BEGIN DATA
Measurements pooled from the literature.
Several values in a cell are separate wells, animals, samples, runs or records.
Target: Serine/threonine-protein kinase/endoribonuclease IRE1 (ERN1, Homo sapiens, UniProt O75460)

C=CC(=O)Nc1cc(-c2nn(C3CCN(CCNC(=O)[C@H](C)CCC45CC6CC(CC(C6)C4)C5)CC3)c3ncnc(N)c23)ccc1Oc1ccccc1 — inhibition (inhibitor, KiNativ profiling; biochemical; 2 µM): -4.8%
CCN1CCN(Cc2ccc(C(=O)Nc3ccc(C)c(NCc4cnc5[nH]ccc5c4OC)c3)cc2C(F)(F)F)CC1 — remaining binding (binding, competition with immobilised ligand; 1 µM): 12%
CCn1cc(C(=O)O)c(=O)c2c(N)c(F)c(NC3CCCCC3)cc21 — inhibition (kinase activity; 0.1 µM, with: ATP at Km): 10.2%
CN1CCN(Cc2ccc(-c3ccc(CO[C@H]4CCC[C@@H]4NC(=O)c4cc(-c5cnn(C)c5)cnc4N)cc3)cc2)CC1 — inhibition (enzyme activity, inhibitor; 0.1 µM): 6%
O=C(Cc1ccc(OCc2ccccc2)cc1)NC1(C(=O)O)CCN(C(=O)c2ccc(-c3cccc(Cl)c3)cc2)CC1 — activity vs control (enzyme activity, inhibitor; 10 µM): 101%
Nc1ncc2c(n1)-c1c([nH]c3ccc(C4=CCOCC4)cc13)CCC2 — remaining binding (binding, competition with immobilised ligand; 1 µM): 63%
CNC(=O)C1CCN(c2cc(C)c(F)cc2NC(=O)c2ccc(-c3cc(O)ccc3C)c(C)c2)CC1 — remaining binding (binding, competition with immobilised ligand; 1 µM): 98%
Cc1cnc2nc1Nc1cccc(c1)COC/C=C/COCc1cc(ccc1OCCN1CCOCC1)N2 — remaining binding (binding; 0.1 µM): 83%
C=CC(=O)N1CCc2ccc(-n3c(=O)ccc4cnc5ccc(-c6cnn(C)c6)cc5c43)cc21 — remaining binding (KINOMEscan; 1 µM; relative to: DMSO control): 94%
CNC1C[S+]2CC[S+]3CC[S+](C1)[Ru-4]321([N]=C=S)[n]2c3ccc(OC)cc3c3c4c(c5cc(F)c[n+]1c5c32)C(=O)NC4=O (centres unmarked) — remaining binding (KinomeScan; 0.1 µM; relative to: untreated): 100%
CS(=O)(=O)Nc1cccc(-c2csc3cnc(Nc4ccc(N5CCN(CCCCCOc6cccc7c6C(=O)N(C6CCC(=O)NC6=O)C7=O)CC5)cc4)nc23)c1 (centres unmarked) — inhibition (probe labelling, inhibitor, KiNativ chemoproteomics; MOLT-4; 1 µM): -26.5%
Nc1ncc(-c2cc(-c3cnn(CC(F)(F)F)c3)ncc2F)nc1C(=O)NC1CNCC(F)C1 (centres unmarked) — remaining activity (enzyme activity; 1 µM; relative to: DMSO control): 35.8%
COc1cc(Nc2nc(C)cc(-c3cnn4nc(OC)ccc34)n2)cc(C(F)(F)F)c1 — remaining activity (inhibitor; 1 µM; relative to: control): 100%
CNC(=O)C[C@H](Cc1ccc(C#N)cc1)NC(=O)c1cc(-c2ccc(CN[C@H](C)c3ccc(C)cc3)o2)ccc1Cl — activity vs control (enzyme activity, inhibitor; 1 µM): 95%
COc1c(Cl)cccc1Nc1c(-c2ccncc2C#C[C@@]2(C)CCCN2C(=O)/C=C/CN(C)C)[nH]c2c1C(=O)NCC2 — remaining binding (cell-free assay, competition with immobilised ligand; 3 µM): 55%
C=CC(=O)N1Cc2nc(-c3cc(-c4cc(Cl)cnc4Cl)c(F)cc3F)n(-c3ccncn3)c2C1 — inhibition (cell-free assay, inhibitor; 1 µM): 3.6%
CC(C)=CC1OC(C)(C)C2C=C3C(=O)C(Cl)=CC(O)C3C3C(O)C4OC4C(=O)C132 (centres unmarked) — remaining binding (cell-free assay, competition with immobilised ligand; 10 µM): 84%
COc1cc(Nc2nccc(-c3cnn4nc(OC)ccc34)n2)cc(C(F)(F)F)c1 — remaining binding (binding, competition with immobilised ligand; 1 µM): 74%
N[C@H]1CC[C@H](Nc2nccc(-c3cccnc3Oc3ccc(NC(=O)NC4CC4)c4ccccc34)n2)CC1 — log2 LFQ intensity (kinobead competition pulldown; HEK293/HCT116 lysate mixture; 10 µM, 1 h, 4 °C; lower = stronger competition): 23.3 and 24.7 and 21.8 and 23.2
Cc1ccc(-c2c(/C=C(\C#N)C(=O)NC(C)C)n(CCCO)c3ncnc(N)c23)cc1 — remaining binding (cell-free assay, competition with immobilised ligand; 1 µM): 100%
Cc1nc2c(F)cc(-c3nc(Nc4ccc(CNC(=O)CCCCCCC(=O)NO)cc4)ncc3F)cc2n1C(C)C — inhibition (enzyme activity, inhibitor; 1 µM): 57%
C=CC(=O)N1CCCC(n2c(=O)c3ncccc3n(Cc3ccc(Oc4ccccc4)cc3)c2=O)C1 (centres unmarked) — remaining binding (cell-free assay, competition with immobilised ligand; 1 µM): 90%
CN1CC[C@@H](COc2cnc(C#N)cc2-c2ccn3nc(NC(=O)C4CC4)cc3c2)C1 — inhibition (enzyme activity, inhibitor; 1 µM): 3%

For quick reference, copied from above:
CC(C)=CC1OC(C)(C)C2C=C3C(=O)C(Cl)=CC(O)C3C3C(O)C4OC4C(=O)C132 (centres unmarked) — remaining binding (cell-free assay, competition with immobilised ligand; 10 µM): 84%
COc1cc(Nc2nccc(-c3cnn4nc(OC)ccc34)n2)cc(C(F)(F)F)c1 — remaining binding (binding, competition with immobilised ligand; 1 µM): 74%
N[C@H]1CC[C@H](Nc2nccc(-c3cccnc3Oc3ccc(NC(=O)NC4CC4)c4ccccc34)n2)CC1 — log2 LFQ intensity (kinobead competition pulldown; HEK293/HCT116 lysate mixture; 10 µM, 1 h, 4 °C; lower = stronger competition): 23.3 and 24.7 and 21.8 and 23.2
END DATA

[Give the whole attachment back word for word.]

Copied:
Measurements pooled from the literature.
Several values in a cell are separate wells, animals, samples, runs or records.
Target: Serine/threonine-protein kinase/endoribonuclease IRE1 (ERN1, Homo sapiens, UniProt O75460)

C=CC(=O)Nc1cc(-c2nn(C3CCN(CCNC(=O)[C@H](C)CCC45CC6CC(CC(C6)C4)C5)CC3)c3ncnc(N)c23)ccc1Oc1ccccc1 — inhibition (inhibitor, KiNativ profiling; biochemical; 2 µM): -4.8%
CCN1CCN(Cc2ccc(C(=O)Nc3ccc(C)c(NCc4cnc5[nH]ccc5c4OC)c3)cc2C(F)(F)F)CC1 — remaining binding (binding, competition with immobilised ligand; 1 µM): 12%
CCn1cc(C(=O)O)c(=O)c2c(N)c(F)c(NC3CCCCC3)cc21 — inhibition (kinase activity; 0.1 µM, with: ATP at Km): 10.2%
CN1CCN(Cc2ccc(-c3ccc(CO[C@H]4CCC[C@@H]4NC(=O)c4cc(-c5cnn(C)c5)cnc4N)cc3)cc2)CC1 — inhibition (enzyme activity, inhibitor; 0.1 µM): 6%
O=C(Cc1ccc(OCc2ccccc2)cc1)NC1(C(=O)O)CCN(C(=O)c2ccc(-c3cccc(Cl)c3)cc2)CC1 — activity vs control (enzyme activity, inhibitor; 10 µM): 101%
Nc1ncc2c(n1)-c1c([nH]c3ccc(C4=CCOCC4)cc13)CCC2 — remaining binding (binding, competition with immobilised ligand; 1 µM): 63%
CNC(=O)C1CCN(c2cc(C)c(F)cc2NC(=O)c2ccc(-c3cc(O)ccc3C)c(C)c2)CC1 — remaining binding (binding, competition with immobilised ligand; 1 µM): 98%
Cc1cnc2nc1Nc1cccc(c1)COC/C=C/COCc1cc(ccc1OCCN1CCOCC1)N2 — remaining binding (binding; 0.1 µM): 83%
C=CC(=O)N1CCc2ccc(-n3c(=O)ccc4cnc5ccc(-c6cnn(C)c6)cc5c43)cc21 — remaining binding (KINOMEscan; 1 µM; relative to: DMSO control): 94%
CNC1C[S+]2CC[S+]3CC[S+](C1)[Ru-4]321([N]=C=S)[n]2c3ccc(OC)cc3c3c4c(c5cc(F)c[n+]1c5c32)C(=O)NC4=O (centres unmarked) — remaining binding (KinomeScan; 0.1 µM; relative to: untreated): 100%
CS(=O)(=O)Nc1cccc(-c2csc3cnc(Nc4ccc(N5CCN(CCCCCOc6cccc7c6C(=O)N(C6CCC(=O)NC6=O)C7=O)CC5)cc4)nc23)c1 (centres unmarked) — inhibition (probe labelling, inhibitor, KiNativ chemoproteomics; MOLT-4; 1 µM): -26.5%
Nc1ncc(-c2cc(-c3cnn(CC(F)(F)F)c3)ncc2F)nc1C(=O)NC1CNCC(F)C1 (centres unmarked) — remaining activity (enzyme activity; 1 µM; relative to: DMSO control): 35.8%
COc1cc(Nc2nc(C)cc(-c3cnn4nc(OC)ccc34)n2)cc(C(F)(F)F)c1 — remaining activity (inhibitor; 1 µM; relative to: control): 100%
CNC(=O)C[C@H](Cc1ccc(C#N)cc1)NC(=O)c1cc(-c2ccc(CN[C@H](C)c3ccc(C)cc3)o2)ccc1Cl — activity vs control (enzyme activity, inhibitor; 1 µM): 95%
COc1c(Cl)cccc1Nc1c(-c2ccncc2C#C[C@@]2(C)CCCN2C(=O)/C=C/CN(C)C)[nH]c2c1C(=O)NCC2 — remaining binding (cell-free assay, competition with immobilised ligand; 3 µM): 55%
C=CC(=O)N1Cc2nc(-c3cc(-c4cc(Cl)cnc4Cl)c(F)cc3F)n(-c3ccncn3)c2C1 — inhibition (cell-free assay, inhibitor; 1 µM): 3.6%
CC(C)=CC1OC(C)(C)C2C=C3C(=O)C(Cl)=CC(O)C3C3C(O)C4OC4C(=O)C132 (centres unmarked) — remaining binding (cell-free assay, competition with immobilised ligand; 10 µM): 84%
COc1cc(Nc2nccc(-c3cnn4nc(OC)ccc34)n2)cc(C(F)(F)F)c1 — remaining binding (binding, competition with immobilised ligand; 1 µM): 74%
N[C@H]1CC[C@H](Nc2nccc(-c3cccnc3Oc3ccc(NC(=O)NC4CC4)c4ccccc34)n2)CC1 — log2 LFQ intensity (kinobead competition pulldown; HEK293/HCT116 lysate mixture; 10 µM, 1 h, 4 °C; lower = stronger competition): 23.3 and 24.7 and 21.8 and 23.2
Cc1ccc(-c2c(/C=C(\C#N)C(=O)NC(C)C)n(CCCO)c3ncnc(N)c23)cc1 — remaining binding (cell-free assay, competition with immobilised ligand; 1 µM): 100%
Cc1nc2c(F)cc(-c3nc(Nc4ccc(CNC(=O)CCCCCCC(=O)NO)cc4)ncc3F)cc2n1C(C)C — inhibition (enzyme activity, inhibitor; 1 µM): 57%
C=CC(=O)N1CCCC(n2c(=O)c3ncccc3n(Cc3ccc(Oc4ccccc4)cc3)c2=O)C1 (centres unmarked) — remaining binding (cell-free assay, competition with immobilised ligand; 1 µM): 90%
CN1CC[C@@H](COc2cnc(C#N)cc2-c2ccn3nc(NC(=O)C4CC4)cc3c2)C1 — inhibition (enzyme activity, inhibitor; 1 µM): 3%

For quick reference, copied from above:
CC(C)=CC1OC(C)(C)C2C=C3C(=O)C(Cl)=CC(O)C3C3C(O)C4OC4C(=O)C132 (centres unmarked) — remaining binding (cell-free assay, competition with immobilised ligand; 10 µM): 84%
COc1cc(Nc2nccc(-c3cnn4nc(OC)ccc34)n2)cc(C(F)(F)F)c1 — remaining binding (binding, competition with immobilised ligand; 1 µM): 74%
N[C@H]1CC[C@H](Nc2nccc(-c3cccnc3Oc3ccc(NC(=O)NC4CC4)c4ccccc34)n2)CC1 — log2 LFQ intensity (kinobead competition pulldown; HEK293/HCT116 lysate mixture; 10 µM, 1 h, 4 °C; lower = stronger competition): 23.3 and 24.7 and 21.8 and 23.2